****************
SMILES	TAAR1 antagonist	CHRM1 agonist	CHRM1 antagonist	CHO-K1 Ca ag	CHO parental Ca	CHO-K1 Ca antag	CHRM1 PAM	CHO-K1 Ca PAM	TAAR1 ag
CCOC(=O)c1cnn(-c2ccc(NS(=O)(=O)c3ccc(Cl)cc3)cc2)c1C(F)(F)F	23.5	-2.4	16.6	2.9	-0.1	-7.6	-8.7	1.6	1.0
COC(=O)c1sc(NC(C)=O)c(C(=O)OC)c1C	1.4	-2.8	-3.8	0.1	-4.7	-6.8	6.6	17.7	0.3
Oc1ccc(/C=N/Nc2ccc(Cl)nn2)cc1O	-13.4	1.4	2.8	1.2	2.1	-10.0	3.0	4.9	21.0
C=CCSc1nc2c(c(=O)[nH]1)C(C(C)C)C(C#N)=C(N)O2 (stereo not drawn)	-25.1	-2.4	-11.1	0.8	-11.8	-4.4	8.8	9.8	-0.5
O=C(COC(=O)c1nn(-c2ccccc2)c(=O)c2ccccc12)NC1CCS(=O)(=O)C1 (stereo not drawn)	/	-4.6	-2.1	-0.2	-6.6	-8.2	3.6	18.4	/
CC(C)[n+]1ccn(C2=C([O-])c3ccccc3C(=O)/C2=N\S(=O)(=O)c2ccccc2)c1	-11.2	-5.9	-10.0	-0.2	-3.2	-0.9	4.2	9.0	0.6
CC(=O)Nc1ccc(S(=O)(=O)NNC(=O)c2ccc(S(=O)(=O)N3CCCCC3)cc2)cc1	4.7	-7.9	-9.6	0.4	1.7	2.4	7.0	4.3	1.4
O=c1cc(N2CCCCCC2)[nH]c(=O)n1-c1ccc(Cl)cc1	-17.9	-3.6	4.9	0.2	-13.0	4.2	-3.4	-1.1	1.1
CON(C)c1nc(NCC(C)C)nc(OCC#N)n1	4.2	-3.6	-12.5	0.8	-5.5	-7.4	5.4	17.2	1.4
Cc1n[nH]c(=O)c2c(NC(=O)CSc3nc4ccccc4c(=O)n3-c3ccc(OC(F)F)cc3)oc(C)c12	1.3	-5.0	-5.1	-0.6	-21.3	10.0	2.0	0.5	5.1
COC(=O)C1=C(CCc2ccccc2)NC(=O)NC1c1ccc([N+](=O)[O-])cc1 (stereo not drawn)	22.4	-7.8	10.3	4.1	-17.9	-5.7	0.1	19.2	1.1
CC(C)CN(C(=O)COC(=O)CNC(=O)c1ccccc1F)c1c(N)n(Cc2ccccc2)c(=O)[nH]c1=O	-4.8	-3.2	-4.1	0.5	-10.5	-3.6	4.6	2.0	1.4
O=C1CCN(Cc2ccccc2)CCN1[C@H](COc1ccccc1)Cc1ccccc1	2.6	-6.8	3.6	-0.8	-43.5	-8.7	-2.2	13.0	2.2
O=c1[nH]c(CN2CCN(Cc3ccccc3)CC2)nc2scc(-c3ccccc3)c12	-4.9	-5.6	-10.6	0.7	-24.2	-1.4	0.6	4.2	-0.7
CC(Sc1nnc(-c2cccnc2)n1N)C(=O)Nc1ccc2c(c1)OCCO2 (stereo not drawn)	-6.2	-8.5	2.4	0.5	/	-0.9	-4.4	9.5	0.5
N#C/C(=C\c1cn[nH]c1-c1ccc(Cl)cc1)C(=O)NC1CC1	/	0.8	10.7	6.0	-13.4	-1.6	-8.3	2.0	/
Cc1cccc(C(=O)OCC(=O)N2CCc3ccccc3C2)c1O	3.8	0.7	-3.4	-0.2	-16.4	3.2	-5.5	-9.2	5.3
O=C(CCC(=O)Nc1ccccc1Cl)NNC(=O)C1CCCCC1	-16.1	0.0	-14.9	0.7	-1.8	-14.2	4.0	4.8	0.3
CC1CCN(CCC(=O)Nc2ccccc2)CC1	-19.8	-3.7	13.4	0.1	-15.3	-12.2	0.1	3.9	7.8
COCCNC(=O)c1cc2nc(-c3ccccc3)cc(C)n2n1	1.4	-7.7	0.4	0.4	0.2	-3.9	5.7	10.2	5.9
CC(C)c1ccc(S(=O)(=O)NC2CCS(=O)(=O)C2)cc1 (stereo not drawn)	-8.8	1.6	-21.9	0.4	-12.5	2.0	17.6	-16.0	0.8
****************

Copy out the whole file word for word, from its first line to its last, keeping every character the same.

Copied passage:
SMILES	TAAR1 antagonist	CHRM1 agonist	CHRM1 antagonist	CHO-K1 Ca ag	CHO parental Ca	CHO-K1 Ca antag	CHRM1 PAM	CHO-K1 Ca PAM	TAAR1 ag
CCOC(=O)c1cnn(-c2ccc(NS(=O)(=O)c3ccc(Cl)cc3)cc2)c1C(F)(F)F	23.5	-2.4	16.6	2.9	-0.1	-7.6	-8.7	1.6	1.0
COC(=O)c1sc(NC(C)=O)c(C(=O)OC)c1C	1.4	-2.8	-3.8	0.1	-4.7	-6.8	6.6	17.7	0.3
Oc1ccc(/C=N/Nc2ccc(Cl)nn2)cc1O	-13.4	1.4	2.8	1.2	2.1	-10.0	3.0	4.9	21.0
C=CCSc1nc2c(c(=O)[nH]1)C(C(C)C)C(C#N)=C(N)O2 (stereo not drawn)	-25.1	-2.4	-11.1	0.8	-11.8	-4.4	8.8	9.8	-0.5
O=C(COC(=O)c1nn(-c2ccccc2)c(=O)c2ccccc12)NC1CCS(=O)(=O)C1 (stereo not drawn)	/	-4.6	-2.1	-0.2	-6.6	-8.2	3.6	18.4	/
CC(C)[n+]1ccn(C2=C([O-])c3ccccc3C(=O)/C2=N\S(=O)(=O)c2ccccc2)c1	-11.2	-5.9	-10.0	-0.2	-3.2	-0.9	4.2	9.0	0.6
CC(=O)Nc1ccc(S(=O)(=O)NNC(=O)c2ccc(S(=O)(=O)N3CCCCC3)cc2)cc1	4.7	-7.9	-9.6	0.4	1.7	2.4	7.0	4.3	1.4
O=c1cc(N2CCCCCC2)[nH]c(=O)n1-c1ccc(Cl)cc1	-17.9	-3.6	4.9	0.2	-13.0	4.2	-3.4	-1.1	1.1
CON(C)c1nc(NCC(C)C)nc(OCC#N)n1	4.2	-3.6	-12.5	0.8	-5.5	-7.4	5.4	17.2	1.4
Cc1n[nH]c(=O)c2c(NC(=O)CSc3nc4ccccc4c(=O)n3-c3ccc(OC(F)F)cc3)oc(C)c12	1.3	-5.0	-5.1	-0.6	-21.3	10.0	2.0	0.5	5.1
COC(=O)C1=C(CCc2ccccc2)NC(=O)NC1c1ccc([N+](=O)[O-])cc1 (stereo not drawn)	22.4	-7.8	10.3	4.1	-17.9	-5.7	0.1	19.2	1.1
CC(C)CN(C(=O)COC(=O)CNC(=O)c1ccccc1F)c1c(N)n(Cc2ccccc2)c(=O)[nH]c1=O	-4.8	-3.2	-4.1	0.5	-10.5	-3.6	4.6	2.0	1.4
O=C1CCN(Cc2ccccc2)CCN1[C@H](COc1ccccc1)Cc1ccccc1	2.6	-6.8	3.6	-0.8	-43.5	-8.7	-2.2	13.0	2.2
O=c1[nH]c(CN2CCN(Cc3ccccc3)CC2)nc2scc(-c3ccccc3)c12	-4.9	-5.6	-10.6	0.7	-24.2	-1.4	0.6	4.2	-0.7
CC(Sc1nnc(-c2cccnc2)n1N)C(=O)Nc1ccc2c(c1)OCCO2 (stereo not drawn)	-6.2	-8.5	2.4	0.5	/	-0.9	-4.4	9.5	0.5
N#C/C(=C\c1cn[nH]c1-c1ccc(Cl)cc1)C(=O)NC1CC1	/	0.8	10.7	6.0	-13.4	-1.6	-8.3	2.0	/
Cc1cccc(C(=O)OCC(=O)N2CCc3ccccc3C2)c1O	3.8	0.7	-3.4	-0.2	-16.4	3.2	-5.5	-9.2	5.3
O=C(CCC(=O)Nc1ccccc1Cl)NNC(=O)C1CCCCC1	-16.1	0.0	-14.9	0.7	-1.8	-14.2	4.0	4.8	0.3
CC1CCN(CCC(=O)Nc2ccccc2)CC1	-19.8	-3.7	13.4	0.1	-15.3	-12.2	0.1	3.9	7.8
COCCNC(=O)c1cc2nc(-c3ccccc3)cc(C)n2n1	1.4	-7.7	0.4	0.4	0.2	-3.9	5.7	10.2	5.9
CC(C)c1ccc(S(=O)(=O)NC2CCS(=O)(=O)C2)cc1 (stereo not drawn)	-8.8	1.6	-21.9	0.4	-12.5	2.0	17.6	-16.0	0.8